As someone who has worked in large corporate environments, and had the pleasure (still do in fact), of working in family-run businesses, I can understand and appreciate the stats that have been published this week which claim that family-run businesses tend to receive a greater level of commitment and loyalty than larger companies.

According to the report in the FT, “family run businesses tend to treat employees much more transparently and consistently than other employers”. It would be easy for boards of large companies to read this, sit back, and moan that it’s far easier for smaller companies to manage employees because of the numbers, and the fact that they have emotional ties to the business. Not true.

Engagement, commitment, loyalty and motivation are all the buzzwords that HR directors today would love to have graphs and pie charts depicting an upwards climb towards, and with some creative licence I’m sure those graphs could be created.

Authentic engagement and commitment is not the exclusive right of small, family run businesses, it can be enjoyed by all. First of all, companies that want to create that culture of belonging and loyalty need to actually work out where the resistance is coming from. Yes, this is easy for smaller companies, the boss just walks across the office or factory floor.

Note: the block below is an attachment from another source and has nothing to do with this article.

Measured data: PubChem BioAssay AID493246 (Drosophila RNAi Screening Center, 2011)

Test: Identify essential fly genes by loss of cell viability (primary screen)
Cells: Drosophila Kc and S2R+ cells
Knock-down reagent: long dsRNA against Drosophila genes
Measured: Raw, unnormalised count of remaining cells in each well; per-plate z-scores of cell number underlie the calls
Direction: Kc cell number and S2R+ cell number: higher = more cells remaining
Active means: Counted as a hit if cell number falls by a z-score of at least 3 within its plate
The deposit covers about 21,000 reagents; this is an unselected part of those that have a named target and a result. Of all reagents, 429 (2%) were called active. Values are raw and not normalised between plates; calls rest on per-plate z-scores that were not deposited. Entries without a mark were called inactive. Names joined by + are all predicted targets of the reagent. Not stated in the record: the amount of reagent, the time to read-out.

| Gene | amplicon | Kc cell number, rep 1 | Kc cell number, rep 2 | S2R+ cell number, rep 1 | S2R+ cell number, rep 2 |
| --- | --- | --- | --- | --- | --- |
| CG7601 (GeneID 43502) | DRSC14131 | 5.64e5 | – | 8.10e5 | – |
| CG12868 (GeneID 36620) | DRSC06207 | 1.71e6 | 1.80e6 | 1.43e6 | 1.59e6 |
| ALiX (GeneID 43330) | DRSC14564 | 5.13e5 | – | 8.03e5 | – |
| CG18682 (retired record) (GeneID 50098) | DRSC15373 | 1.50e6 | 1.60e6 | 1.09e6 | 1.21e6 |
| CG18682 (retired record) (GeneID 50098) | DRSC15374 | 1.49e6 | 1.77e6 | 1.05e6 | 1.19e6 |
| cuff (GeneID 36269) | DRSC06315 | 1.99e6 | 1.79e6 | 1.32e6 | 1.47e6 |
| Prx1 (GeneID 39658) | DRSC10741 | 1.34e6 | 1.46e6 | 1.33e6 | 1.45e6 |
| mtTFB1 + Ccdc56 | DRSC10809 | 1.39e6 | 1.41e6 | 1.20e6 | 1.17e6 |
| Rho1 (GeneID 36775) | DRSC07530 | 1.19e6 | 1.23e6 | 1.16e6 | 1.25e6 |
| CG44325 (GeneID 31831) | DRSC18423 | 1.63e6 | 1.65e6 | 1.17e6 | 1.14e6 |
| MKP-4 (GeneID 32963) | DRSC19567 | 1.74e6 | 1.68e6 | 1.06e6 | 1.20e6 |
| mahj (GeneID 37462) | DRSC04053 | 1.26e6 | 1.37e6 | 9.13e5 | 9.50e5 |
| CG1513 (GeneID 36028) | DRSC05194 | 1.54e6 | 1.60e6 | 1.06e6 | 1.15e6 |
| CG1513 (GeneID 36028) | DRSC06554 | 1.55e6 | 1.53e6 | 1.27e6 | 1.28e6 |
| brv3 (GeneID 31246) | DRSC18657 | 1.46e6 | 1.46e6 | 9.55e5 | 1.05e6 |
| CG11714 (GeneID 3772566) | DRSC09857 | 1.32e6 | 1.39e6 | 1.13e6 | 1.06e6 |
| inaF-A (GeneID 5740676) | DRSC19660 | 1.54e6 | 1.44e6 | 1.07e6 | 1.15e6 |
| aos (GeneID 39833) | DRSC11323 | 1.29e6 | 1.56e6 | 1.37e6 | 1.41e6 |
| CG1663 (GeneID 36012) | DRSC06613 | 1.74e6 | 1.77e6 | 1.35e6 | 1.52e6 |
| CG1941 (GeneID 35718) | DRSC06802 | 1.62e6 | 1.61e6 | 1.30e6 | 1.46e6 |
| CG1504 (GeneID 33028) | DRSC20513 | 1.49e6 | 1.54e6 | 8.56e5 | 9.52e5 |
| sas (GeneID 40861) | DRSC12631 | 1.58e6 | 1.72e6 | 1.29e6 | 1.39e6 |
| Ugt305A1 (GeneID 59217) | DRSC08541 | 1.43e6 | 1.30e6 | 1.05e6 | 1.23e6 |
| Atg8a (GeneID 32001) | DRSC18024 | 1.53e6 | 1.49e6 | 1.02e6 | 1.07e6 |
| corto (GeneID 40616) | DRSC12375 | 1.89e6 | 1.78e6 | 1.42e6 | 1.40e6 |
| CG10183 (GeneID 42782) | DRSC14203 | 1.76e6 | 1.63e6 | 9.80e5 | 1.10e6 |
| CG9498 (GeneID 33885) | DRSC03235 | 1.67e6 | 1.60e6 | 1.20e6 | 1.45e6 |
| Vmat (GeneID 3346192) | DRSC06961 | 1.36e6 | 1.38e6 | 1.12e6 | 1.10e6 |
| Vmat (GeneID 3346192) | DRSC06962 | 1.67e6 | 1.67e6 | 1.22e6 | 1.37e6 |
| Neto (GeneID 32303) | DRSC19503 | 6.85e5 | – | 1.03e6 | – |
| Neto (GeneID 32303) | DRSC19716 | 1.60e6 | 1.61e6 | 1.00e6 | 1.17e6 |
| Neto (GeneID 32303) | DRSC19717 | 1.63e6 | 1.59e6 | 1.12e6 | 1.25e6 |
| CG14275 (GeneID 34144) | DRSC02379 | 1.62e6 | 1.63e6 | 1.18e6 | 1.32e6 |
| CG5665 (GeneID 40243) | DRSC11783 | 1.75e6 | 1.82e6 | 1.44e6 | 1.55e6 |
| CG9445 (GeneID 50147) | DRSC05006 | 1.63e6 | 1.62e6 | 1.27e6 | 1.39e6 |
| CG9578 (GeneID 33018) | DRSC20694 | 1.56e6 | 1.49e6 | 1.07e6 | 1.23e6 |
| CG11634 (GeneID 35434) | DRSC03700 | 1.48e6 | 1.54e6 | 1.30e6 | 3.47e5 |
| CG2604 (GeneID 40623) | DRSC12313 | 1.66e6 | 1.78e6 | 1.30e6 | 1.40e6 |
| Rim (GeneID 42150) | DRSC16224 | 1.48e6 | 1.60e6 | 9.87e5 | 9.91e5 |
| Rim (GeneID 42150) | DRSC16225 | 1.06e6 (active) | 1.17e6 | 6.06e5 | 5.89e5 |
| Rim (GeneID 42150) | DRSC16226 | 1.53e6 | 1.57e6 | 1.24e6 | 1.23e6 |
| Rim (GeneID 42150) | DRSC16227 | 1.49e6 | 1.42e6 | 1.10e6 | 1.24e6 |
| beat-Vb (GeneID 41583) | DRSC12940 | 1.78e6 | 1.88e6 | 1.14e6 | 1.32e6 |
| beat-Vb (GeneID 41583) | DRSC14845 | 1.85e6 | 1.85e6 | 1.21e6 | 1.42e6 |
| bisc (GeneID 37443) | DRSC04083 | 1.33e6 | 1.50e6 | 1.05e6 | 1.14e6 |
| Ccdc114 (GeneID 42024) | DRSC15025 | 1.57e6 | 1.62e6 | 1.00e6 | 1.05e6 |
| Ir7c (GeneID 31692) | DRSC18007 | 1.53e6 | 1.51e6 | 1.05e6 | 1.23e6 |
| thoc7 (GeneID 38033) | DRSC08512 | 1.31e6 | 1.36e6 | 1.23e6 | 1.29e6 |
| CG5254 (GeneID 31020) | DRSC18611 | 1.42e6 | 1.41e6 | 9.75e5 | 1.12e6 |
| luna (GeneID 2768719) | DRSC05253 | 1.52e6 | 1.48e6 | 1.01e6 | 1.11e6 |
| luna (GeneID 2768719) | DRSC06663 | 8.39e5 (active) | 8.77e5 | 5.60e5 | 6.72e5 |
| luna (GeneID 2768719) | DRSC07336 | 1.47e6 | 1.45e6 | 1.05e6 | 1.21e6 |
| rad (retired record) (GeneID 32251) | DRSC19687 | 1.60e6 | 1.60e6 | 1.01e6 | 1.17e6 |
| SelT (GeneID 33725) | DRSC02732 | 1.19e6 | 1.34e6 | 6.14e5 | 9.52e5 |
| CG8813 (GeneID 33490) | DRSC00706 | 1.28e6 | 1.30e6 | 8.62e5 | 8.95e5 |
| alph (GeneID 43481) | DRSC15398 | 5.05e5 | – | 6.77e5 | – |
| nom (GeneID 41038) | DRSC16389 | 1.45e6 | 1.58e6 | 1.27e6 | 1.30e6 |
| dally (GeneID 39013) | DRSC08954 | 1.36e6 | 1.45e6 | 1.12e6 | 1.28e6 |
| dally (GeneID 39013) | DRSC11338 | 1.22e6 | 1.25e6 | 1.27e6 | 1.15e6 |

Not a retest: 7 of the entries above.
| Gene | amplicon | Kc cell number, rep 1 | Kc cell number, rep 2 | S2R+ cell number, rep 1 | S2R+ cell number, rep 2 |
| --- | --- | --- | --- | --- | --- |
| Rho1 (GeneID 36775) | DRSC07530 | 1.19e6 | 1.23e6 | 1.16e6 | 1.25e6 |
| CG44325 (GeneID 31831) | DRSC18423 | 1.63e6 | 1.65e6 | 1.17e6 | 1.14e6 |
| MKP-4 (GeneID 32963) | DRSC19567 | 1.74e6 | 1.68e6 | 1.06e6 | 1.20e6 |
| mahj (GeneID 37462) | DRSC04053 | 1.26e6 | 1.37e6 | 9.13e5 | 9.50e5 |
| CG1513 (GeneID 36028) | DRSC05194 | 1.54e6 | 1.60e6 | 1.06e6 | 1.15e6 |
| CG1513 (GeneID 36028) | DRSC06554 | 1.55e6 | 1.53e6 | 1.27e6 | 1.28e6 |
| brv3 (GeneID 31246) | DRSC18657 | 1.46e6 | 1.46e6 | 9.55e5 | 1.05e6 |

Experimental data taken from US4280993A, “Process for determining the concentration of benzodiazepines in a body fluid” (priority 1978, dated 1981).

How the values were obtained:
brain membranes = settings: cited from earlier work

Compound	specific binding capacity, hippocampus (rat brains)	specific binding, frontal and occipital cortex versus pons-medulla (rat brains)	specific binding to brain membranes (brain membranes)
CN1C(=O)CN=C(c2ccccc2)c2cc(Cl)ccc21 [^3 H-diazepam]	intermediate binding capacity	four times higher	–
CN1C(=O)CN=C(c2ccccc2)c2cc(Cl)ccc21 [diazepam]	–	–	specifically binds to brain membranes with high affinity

Larger companies have to work for it.

The resistance will be found by getting authentic feedback from the masses, and a 360 degree feedback tool will allow you to do this. Once the feedback has been gathered, and this is via intelligent questioning that seeks to worm out deep-set problems and issues.
Once the problems have been located (maybe they are connected to a line manager, or the working environment and company culture), genuine change can start to take place.

Size really doesn’t come into it, this is about focusing on a desire to change the culture within an organisation, from disjointed and unconnected, to connected and engaged with the job at hand.

Family values are important, and for leaders to embed them within their company’s corporate identity, they first need to find out where the resistance is, and more important, what it looks like.

Elva Ainsworth
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